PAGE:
Extracellular Matrix Density Regulates Extracellular Proteolysis via Modulation of Cellular Contractility
Alakesh Das, Aastha Kapoor, Gunjan D Mehta, Santanu K Ghosh and Shamik Sen*
WRCBB, Department of Biosciences & Bioengineering, IIT Bombay, India
- *Corresponding Author:
- Shamik Sen
WRCBB, Department of Biosciences & Bioengineering
IIT Bombay, Mumbai 400 076, India
E-mail: [email protected]
Received Date: April 26, 2013; Accepted Date: May 30, 2013; Published Date: June 15, 2013
Citation: Das A, Kapoor A, Mehta GD, Ghosh SK, Sen S (2013) Extracellular Matrix Density Regulates Extracellular Proteolysis via Modulation of Cellular Contractility. J Carcinogene Mutagene S13:003. doi: 10.4172/2157-2518.S13-003
Copyright: © 2013 Das A, et al. This is an open-access article distributed under the terms of the Creative Commons Attribution License, which permits unrestricted use, distribution, and reproduction in any medium, provided the original author and source are credited.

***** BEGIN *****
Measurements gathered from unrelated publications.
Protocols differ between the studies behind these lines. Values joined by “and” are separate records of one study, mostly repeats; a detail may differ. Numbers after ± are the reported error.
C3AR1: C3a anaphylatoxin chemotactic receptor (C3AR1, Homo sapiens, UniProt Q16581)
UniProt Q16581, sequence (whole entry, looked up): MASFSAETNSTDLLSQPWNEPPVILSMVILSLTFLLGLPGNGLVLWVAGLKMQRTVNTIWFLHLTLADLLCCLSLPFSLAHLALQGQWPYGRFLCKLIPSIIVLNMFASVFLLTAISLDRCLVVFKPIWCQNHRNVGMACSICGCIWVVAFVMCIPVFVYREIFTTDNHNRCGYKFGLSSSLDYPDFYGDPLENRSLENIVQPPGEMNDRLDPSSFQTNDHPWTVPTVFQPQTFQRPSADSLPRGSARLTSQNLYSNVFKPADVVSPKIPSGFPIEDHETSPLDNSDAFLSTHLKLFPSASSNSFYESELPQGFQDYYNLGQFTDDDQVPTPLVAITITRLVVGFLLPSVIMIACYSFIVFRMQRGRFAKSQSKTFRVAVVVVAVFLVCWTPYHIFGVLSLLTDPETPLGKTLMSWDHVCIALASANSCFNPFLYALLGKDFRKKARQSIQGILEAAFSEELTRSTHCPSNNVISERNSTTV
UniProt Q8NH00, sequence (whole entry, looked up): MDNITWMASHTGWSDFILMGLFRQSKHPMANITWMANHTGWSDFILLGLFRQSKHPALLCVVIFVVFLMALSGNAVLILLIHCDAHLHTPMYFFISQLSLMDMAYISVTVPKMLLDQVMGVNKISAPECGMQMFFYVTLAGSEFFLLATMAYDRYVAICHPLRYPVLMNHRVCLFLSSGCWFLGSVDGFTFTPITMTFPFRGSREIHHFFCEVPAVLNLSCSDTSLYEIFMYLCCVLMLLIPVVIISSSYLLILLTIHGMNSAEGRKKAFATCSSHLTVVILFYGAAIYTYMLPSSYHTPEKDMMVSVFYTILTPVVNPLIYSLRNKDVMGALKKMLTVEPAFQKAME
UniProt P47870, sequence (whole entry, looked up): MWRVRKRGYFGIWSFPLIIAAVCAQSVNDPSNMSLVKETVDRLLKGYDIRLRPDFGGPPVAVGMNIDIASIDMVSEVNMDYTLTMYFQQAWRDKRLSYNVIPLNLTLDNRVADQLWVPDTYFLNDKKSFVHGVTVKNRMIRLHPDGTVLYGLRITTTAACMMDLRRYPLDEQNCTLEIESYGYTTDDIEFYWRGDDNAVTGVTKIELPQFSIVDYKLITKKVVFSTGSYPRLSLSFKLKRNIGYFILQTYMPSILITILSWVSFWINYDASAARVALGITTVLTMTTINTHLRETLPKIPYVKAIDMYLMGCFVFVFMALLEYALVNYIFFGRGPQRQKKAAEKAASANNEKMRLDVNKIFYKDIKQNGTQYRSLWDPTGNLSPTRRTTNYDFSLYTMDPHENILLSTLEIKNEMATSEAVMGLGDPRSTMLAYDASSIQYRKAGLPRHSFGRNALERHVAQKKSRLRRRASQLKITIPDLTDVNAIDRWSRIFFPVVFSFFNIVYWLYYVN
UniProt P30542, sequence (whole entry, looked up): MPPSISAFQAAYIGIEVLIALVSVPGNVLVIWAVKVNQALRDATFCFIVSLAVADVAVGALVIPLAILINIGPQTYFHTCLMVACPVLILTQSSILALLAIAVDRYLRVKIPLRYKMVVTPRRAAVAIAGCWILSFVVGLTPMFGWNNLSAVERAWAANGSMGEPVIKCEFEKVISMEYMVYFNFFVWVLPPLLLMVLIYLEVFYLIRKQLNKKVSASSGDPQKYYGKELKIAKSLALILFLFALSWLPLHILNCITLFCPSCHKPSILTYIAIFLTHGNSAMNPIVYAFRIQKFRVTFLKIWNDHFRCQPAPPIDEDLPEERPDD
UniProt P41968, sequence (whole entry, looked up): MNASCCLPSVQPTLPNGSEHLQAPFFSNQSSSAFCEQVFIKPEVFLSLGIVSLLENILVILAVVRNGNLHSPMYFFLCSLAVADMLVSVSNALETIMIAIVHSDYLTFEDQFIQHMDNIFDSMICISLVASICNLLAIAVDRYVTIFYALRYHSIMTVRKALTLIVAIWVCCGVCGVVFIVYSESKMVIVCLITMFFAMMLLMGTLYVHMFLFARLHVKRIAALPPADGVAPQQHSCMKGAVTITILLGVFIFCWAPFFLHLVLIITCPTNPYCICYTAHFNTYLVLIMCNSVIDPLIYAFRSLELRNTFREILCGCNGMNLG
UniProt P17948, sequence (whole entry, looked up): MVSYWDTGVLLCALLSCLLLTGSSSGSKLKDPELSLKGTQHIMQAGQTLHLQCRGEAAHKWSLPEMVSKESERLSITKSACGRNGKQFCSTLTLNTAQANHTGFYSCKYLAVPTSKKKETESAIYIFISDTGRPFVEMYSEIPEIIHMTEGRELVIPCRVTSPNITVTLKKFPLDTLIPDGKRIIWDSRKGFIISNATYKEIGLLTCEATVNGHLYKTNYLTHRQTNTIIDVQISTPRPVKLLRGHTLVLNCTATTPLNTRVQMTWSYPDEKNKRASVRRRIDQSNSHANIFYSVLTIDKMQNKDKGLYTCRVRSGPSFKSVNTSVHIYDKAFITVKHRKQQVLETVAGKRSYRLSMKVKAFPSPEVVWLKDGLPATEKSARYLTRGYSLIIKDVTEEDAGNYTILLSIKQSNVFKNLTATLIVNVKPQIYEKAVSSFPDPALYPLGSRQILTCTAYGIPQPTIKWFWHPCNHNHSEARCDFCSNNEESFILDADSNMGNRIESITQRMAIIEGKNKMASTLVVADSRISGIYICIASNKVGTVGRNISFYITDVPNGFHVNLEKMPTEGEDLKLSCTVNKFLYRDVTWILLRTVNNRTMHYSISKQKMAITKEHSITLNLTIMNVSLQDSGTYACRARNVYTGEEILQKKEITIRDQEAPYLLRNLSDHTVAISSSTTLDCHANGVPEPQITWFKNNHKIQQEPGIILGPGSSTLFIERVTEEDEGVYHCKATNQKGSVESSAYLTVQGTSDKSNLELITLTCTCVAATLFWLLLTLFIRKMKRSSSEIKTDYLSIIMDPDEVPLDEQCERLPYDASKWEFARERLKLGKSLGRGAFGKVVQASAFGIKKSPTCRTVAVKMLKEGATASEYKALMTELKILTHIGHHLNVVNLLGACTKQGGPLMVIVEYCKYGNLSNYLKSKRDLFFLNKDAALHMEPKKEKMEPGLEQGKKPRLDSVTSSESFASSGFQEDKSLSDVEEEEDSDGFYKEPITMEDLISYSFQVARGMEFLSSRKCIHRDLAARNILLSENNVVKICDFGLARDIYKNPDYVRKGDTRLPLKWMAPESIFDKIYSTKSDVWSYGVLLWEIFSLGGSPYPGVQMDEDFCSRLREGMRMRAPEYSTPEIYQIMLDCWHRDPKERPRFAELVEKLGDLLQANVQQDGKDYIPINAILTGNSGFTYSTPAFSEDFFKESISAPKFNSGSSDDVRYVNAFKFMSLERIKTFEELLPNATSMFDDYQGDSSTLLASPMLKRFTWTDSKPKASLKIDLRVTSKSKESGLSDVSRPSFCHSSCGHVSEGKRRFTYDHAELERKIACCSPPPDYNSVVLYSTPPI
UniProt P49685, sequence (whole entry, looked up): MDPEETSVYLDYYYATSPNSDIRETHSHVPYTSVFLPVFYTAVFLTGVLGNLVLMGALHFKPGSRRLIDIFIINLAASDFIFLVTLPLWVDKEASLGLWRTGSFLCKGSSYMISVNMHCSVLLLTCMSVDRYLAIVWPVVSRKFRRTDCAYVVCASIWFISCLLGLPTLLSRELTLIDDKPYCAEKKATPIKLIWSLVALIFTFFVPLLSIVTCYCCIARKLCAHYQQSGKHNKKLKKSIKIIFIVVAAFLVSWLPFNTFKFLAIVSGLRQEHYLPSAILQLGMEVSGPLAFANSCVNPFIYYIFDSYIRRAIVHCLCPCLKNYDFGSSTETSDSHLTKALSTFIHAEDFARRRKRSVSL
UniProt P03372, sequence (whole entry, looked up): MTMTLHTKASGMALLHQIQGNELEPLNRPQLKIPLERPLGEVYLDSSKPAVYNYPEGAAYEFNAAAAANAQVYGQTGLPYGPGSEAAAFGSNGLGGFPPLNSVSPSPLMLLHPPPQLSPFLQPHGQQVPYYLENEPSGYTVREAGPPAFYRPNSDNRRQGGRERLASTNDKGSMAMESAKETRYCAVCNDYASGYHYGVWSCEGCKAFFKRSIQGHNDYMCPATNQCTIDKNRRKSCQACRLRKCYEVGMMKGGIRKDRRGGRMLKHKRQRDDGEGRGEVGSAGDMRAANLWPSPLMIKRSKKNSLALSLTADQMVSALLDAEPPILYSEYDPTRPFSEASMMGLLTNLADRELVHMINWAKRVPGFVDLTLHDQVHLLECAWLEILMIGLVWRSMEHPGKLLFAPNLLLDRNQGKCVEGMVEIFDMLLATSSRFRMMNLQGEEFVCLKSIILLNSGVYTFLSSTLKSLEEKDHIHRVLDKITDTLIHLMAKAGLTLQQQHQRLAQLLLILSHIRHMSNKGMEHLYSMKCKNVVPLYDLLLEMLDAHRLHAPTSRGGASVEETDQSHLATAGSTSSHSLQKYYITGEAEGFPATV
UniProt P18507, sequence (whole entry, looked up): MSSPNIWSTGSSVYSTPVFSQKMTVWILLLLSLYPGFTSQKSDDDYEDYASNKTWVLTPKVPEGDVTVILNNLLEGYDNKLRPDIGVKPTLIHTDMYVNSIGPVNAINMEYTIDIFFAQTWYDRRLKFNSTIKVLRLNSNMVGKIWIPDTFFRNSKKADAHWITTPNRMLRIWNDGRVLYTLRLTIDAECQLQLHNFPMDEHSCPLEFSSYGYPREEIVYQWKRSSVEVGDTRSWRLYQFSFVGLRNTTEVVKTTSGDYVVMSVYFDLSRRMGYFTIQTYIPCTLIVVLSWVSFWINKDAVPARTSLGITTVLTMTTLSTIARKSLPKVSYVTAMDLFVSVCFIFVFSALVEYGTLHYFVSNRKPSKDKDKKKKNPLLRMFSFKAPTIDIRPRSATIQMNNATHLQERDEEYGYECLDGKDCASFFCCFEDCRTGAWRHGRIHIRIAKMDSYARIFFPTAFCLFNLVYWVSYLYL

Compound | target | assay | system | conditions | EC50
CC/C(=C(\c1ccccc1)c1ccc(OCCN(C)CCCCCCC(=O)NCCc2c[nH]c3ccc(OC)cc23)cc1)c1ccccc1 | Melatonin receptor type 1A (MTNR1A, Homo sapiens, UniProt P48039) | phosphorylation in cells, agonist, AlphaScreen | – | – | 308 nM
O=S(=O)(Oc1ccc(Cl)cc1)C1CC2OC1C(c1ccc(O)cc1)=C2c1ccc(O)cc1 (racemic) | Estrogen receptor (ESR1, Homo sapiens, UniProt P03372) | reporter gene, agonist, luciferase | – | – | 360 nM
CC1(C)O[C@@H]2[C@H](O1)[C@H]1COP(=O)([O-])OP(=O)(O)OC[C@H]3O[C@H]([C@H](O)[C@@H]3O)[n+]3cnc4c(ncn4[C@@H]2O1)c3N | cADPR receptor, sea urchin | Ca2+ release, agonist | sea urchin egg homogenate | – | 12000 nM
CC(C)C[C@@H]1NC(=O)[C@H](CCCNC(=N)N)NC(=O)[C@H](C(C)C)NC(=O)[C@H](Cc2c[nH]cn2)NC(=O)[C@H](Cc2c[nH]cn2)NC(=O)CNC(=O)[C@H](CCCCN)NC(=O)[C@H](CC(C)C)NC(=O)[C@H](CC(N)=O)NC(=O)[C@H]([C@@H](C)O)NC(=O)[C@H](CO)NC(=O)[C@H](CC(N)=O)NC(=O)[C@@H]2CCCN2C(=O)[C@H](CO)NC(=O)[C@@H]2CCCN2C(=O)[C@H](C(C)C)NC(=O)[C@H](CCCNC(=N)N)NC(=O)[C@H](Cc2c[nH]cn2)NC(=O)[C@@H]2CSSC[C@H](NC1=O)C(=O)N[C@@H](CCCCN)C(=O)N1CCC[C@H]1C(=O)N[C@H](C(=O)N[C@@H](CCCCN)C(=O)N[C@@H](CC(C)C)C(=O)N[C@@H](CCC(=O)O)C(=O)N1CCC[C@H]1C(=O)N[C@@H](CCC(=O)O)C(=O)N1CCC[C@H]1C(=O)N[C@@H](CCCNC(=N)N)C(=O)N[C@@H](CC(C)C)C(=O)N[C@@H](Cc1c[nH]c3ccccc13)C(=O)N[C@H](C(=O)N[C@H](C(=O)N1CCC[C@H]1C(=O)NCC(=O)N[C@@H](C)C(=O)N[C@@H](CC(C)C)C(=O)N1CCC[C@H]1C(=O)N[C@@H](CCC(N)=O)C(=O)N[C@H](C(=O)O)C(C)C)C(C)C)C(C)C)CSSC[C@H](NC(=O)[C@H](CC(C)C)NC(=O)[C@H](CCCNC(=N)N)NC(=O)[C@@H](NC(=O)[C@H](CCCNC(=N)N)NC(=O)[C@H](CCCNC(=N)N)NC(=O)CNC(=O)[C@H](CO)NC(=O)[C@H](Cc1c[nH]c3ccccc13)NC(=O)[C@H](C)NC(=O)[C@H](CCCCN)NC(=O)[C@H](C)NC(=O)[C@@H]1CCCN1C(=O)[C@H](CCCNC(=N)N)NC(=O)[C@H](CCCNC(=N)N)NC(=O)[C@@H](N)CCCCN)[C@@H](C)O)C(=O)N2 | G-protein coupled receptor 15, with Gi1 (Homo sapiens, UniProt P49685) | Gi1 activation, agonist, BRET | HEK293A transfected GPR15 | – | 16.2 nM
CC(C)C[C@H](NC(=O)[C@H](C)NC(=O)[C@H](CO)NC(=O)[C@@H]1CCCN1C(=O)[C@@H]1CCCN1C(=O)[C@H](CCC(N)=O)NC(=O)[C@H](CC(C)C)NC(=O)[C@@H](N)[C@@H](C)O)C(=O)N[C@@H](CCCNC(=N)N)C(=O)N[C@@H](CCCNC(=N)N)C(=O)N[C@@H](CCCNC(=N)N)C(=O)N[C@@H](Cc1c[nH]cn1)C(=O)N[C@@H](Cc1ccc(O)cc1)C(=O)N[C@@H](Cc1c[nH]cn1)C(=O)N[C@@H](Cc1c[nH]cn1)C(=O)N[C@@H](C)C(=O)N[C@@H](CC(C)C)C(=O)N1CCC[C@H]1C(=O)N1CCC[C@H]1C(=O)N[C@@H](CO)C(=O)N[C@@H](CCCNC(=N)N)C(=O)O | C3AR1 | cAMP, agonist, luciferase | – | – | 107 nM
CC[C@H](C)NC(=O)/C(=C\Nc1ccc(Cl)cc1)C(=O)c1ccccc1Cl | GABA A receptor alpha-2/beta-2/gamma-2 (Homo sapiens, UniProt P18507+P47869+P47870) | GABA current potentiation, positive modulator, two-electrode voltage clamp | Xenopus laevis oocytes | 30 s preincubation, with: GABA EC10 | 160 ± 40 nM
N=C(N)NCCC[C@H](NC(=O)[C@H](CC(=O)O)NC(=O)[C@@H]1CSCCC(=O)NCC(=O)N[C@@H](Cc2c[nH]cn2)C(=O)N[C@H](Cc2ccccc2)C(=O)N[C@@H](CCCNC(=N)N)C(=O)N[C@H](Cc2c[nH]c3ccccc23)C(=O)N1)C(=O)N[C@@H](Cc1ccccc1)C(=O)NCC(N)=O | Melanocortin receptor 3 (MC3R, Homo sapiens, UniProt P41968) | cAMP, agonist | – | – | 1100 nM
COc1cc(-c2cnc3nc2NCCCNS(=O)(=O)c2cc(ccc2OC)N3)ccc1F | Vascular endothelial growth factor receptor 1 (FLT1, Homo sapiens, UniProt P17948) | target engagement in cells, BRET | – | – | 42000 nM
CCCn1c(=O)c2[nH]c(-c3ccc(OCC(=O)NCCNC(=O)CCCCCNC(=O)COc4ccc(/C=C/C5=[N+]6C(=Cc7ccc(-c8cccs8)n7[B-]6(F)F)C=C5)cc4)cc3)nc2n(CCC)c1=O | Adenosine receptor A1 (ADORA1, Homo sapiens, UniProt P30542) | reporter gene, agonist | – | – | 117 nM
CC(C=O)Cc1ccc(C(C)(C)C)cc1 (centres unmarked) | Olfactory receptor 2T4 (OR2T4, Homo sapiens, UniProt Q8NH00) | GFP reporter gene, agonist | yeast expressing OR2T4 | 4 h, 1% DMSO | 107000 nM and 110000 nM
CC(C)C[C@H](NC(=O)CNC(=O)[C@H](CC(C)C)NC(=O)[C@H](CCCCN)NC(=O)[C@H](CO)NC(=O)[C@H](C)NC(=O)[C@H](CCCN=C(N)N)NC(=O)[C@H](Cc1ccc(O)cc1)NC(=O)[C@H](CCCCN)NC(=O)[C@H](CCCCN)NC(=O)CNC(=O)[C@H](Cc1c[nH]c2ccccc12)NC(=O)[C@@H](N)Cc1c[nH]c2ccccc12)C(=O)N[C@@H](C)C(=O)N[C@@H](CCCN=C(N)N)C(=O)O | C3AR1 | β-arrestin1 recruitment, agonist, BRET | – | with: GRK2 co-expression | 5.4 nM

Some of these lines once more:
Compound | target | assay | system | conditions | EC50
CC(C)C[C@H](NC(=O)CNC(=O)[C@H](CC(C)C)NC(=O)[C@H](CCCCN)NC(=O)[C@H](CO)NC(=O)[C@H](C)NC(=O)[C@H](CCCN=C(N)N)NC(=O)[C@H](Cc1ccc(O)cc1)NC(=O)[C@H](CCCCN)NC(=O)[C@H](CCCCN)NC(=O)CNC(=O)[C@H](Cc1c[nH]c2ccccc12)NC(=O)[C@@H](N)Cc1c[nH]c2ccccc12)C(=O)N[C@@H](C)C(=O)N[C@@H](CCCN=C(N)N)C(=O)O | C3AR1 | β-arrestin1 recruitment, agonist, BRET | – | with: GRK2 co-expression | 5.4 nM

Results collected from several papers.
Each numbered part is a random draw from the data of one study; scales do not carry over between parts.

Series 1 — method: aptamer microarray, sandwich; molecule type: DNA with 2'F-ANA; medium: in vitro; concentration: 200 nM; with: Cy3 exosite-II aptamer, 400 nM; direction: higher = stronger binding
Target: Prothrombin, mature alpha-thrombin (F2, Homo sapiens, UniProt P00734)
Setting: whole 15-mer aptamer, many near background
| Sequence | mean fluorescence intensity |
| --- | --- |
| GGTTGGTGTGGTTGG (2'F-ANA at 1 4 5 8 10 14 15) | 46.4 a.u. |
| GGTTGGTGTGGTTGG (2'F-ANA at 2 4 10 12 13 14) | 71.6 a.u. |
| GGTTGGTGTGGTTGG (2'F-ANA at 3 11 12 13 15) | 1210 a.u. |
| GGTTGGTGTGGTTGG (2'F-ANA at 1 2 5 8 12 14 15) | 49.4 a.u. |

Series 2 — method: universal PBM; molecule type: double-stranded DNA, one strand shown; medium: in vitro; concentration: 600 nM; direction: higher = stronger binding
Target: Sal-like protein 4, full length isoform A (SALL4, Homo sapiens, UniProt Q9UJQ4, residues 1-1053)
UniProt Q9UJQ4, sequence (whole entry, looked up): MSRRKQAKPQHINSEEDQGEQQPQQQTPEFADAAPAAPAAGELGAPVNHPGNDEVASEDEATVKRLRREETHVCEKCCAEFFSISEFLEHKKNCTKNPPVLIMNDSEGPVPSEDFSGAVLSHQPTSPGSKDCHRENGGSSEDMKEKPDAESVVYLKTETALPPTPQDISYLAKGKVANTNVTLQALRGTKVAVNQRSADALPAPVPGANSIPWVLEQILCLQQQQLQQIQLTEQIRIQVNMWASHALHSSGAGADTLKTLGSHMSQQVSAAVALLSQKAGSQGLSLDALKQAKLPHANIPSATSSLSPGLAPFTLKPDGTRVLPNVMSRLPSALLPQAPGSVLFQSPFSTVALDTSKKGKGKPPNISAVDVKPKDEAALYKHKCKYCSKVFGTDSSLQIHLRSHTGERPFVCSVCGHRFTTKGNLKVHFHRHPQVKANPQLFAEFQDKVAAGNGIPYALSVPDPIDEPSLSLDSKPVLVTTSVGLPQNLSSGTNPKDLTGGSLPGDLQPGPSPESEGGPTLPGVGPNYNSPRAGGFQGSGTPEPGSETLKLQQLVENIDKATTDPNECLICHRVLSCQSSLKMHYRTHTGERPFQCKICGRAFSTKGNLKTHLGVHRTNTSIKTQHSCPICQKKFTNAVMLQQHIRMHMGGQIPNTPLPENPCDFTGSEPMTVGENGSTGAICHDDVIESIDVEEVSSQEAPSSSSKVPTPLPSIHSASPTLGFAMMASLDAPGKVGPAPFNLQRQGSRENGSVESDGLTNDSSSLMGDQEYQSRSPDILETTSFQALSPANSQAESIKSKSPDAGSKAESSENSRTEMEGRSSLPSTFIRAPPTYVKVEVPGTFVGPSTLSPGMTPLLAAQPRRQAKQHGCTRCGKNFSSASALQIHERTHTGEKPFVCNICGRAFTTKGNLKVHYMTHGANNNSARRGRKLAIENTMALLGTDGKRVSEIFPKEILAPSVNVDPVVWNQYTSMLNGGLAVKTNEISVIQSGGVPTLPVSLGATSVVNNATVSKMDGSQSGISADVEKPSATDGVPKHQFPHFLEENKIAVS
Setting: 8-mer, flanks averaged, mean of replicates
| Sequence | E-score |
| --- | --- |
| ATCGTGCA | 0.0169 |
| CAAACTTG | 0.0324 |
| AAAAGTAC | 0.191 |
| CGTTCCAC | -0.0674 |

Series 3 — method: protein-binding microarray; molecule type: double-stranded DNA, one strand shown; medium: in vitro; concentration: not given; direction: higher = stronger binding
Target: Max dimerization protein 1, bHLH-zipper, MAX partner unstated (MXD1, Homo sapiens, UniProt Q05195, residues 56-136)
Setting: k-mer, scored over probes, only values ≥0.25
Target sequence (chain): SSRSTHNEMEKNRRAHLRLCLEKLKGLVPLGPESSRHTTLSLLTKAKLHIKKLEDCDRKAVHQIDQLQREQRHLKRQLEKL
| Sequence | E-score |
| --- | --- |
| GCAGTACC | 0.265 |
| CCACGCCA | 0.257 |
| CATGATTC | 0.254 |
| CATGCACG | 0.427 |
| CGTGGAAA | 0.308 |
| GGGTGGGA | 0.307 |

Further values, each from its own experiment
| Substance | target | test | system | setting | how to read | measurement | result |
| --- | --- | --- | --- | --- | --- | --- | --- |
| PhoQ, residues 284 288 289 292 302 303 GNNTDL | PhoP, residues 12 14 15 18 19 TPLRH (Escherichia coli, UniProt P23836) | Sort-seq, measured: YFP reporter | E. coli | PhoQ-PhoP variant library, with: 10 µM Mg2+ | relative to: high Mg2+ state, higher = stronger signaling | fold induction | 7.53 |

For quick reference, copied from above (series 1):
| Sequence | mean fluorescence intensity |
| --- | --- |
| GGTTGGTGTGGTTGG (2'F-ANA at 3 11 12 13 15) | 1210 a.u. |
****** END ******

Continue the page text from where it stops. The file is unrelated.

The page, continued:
The Extracellular Matrix (ECM) undergoes changes in composition and organization during tumor progression. In breast cancer, increased deposition and cross linking-induced alignment of collagen I create a stiffer microenvironment that directly contributes to cancer invasion. While ECM stiffness-induced invasion has been documented, it remains unclear if ECM density also contributes to invasion independent of ECM stiffness. In this paper, using collagen I-coated glass coverslips of varying density, we sought to study the influence of ECM density on the invasiveness of human MDA-MB-231 breast cancer cells. We first showed that cell spreading and contractility increases with ECM density. Concomitant with increase in cell contractility, matrix degradation was seen to increase with ECM density and was associated with higher invadopodia activity. The density-dependent increase in degradation was associated with higher activity of MMP-2, MMP-9 and MT1-MMP. Treatment with either the MMP inhibitor GM6001 or the myosin II inhibitor blebbistatin, were found to inhibit cell contractility and suppress matrix degradation. Contractility was found to modulate the activity of MMP-2 and MMP-9, and the localization of MT1-MMP at invadopodia. Taken together, our results indicate that ECM density regulates ECM degradation through modulation of cell contractility.